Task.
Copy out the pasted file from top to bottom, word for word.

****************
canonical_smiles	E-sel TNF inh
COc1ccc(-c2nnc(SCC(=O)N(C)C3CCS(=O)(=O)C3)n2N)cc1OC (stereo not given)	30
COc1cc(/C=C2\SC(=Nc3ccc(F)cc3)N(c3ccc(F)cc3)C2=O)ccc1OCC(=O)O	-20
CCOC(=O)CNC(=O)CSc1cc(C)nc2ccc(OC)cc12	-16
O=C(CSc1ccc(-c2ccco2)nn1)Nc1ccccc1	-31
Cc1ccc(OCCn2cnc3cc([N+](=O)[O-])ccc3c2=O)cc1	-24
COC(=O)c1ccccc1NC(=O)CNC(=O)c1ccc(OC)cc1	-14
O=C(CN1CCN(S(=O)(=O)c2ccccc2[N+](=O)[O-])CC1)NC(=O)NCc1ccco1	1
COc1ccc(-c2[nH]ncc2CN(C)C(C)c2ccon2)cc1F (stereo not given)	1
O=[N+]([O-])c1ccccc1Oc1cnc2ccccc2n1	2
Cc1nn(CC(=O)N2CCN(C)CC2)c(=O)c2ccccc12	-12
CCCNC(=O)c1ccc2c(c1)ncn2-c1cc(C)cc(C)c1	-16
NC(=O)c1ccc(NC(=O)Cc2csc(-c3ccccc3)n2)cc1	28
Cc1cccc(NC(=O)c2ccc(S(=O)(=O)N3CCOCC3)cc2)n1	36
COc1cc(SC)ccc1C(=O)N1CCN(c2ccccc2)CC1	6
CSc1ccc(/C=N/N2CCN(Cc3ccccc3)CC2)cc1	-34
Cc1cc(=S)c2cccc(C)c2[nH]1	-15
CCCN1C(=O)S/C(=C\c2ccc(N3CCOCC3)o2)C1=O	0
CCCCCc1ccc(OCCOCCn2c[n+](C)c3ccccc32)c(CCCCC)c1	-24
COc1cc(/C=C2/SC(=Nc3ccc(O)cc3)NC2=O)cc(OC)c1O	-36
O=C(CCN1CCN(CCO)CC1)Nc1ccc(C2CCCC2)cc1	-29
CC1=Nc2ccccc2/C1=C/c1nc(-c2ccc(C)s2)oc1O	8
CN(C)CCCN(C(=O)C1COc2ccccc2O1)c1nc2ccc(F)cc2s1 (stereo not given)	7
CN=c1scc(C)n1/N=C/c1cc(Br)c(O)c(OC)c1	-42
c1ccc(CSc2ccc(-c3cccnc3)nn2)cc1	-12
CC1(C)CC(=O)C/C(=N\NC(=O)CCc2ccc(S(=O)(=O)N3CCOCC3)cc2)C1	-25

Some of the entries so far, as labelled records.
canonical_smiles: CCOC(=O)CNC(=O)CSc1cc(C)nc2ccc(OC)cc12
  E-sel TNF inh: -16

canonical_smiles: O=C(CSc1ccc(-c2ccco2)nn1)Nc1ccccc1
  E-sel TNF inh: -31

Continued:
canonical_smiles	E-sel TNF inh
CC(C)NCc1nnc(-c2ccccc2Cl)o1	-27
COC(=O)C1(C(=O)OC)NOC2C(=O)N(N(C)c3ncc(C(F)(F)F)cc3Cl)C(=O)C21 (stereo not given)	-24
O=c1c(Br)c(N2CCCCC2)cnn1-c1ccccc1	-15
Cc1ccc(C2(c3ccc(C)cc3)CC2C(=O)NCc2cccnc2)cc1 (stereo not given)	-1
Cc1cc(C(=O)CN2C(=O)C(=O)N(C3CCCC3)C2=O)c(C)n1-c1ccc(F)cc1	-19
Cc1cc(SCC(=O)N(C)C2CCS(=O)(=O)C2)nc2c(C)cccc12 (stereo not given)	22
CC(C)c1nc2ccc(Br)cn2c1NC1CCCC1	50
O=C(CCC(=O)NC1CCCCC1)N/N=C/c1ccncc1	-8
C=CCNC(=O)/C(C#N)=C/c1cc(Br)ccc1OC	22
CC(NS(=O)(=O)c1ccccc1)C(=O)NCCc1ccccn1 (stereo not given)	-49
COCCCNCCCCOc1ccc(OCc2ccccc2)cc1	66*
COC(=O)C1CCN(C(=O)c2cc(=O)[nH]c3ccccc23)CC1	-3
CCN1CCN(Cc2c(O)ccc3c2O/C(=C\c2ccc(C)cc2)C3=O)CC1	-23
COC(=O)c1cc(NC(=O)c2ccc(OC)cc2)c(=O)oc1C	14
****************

canonical_smiles	E-sel TNF inh
COc1ccc(-c2nnc(SCC(=O)N(C)C3CCS(=O)(=O)C3)n2N)cc1OC (stereo not given)	30
COc1cc(/C=C2\SC(=Nc3ccc(F)cc3)N(c3ccc(F)cc3)C2=O)ccc1OCC(=O)O	-20
CCOC(=O)CNC(=O)CSc1cc(C)nc2ccc(OC)cc12	-16
O=C(CSc1ccc(-c2ccco2)nn1)Nc1ccccc1	-31
Cc1ccc(OCCn2cnc3cc([N+](=O)[O-])ccc3c2=O)cc1	-24
COC(=O)c1ccccc1NC(=O)CNC(=O)c1ccc(OC)cc1	-14
O=C(CN1CCN(S(=O)(=O)c2ccccc2[N+](=O)[O-])CC1)NC(=O)NCc1ccco1	1
COc1ccc(-c2[nH]ncc2CN(C)C(C)c2ccon2)cc1F (stereo not given)	1
O=[N+]([O-])c1ccccc1Oc1cnc2ccccc2n1	2
Cc1nn(CC(=O)N2CCN(C)CC2)c(=O)c2ccccc12	-12
CCCNC(=O)c1ccc2c(c1)ncn2-c1cc(C)cc(C)c1	-16
NC(=O)c1ccc(NC(=O)Cc2csc(-c3ccccc3)n2)cc1	28
Cc1cccc(NC(=O)c2ccc(S(=O)(=O)N3CCOCC3)cc2)n1	36
COc1cc(SC)ccc1C(=O)N1CCN(c2ccccc2)CC1	6
CSc1ccc(/C=N/N2CCN(Cc3ccccc3)CC2)cc1	-34
Cc1cc(=S)c2cccc(C)c2[nH]1	-15
CCCN1C(=O)S/C(=C\c2ccc(N3CCOCC3)o2)C1=O	0
CCCCCc1ccc(OCCOCCn2c[n+](C)c3ccccc32)c(CCCCC)c1	-24
COc1cc(/C=C2/SC(=Nc3ccc(O)cc3)NC2=O)cc(OC)c1O	-36
O=C(CCN1CCN(CCO)CC1)Nc1ccc(C2CCCC2)cc1	-29
CC1=Nc2ccccc2/C1=C/c1nc(-c2ccc(C)s2)oc1O	8
CN(C)CCCN(C(=O)C1COc2ccccc2O1)c1nc2ccc(F)cc2s1 (stereo not given)	7
CN=c1scc(C)n1/N=C/c1cc(Br)c(O)c(OC)c1	-42
c1ccc(CSc2ccc(-c3cccnc3)nn2)cc1	-12
CC1(C)CC(=O)C/C(=N\NC(=O)CCc2ccc(S(=O)(=O)N3CCOCC3)cc2)C1	-25

Some of the entries so far, as labelled records.
canonical_smiles: CCOC(=O)CNC(=O)CSc1cc(C)nc2ccc(OC)cc12
  E-sel TNF inh: -16

canonical_smiles: O=C(CSc1ccc(-c2ccco2)nn1)Nc1ccccc1
  E-sel TNF inh: -31

Continued:
canonical_smiles	E-sel TNF inh
CC(C)NCc1nnc(-c2ccccc2Cl)o1	-27
COC(=O)C1(C(=O)OC)NOC2C(=O)N(N(C)c3ncc(C(F)(F)F)cc3Cl)C(=O)C21 (stereo not given)	-24
O=c1c(Br)c(N2CCCCC2)cnn1-c1ccccc1	-15
Cc1ccc(C2(c3ccc(C)cc3)CC2C(=O)NCc2cccnc2)cc1 (stereo not given)	-1
Cc1cc(C(=O)CN2C(=O)C(=O)N(C3CCCC3)C2=O)c(C)n1-c1ccc(F)cc1	-19
Cc1cc(SCC(=O)N(C)C2CCS(=O)(=O)C2)nc2c(C)cccc12 (stereo not given)	22
CC(C)c1nc2ccc(Br)cn2c1NC1CCCC1	50
O=C(CCC(=O)NC1CCCCC1)N/N=C/c1ccncc1	-8
C=CCNC(=O)/C(C#N)=C/c1cc(Br)ccc1OC	22
CC(NS(=O)(=O)c1ccccc1)C(=O)NCCc1ccccn1 (stereo not given)	-49
COCCCNCCCCOc1ccc(OCc2ccccc2)cc1	66*
COC(=O)C1CCN(C(=O)c2cc(=O)[nH]c3ccccc23)CC1	-3
CCN1CCN(Cc2c(O)ccc3c2O/C(=C\c2ccc(C)cc2)C3=O)CC1	-23
COC(=O)c1cc(NC(=O)c2ccc(OC)cc2)c(=O)oc1C	14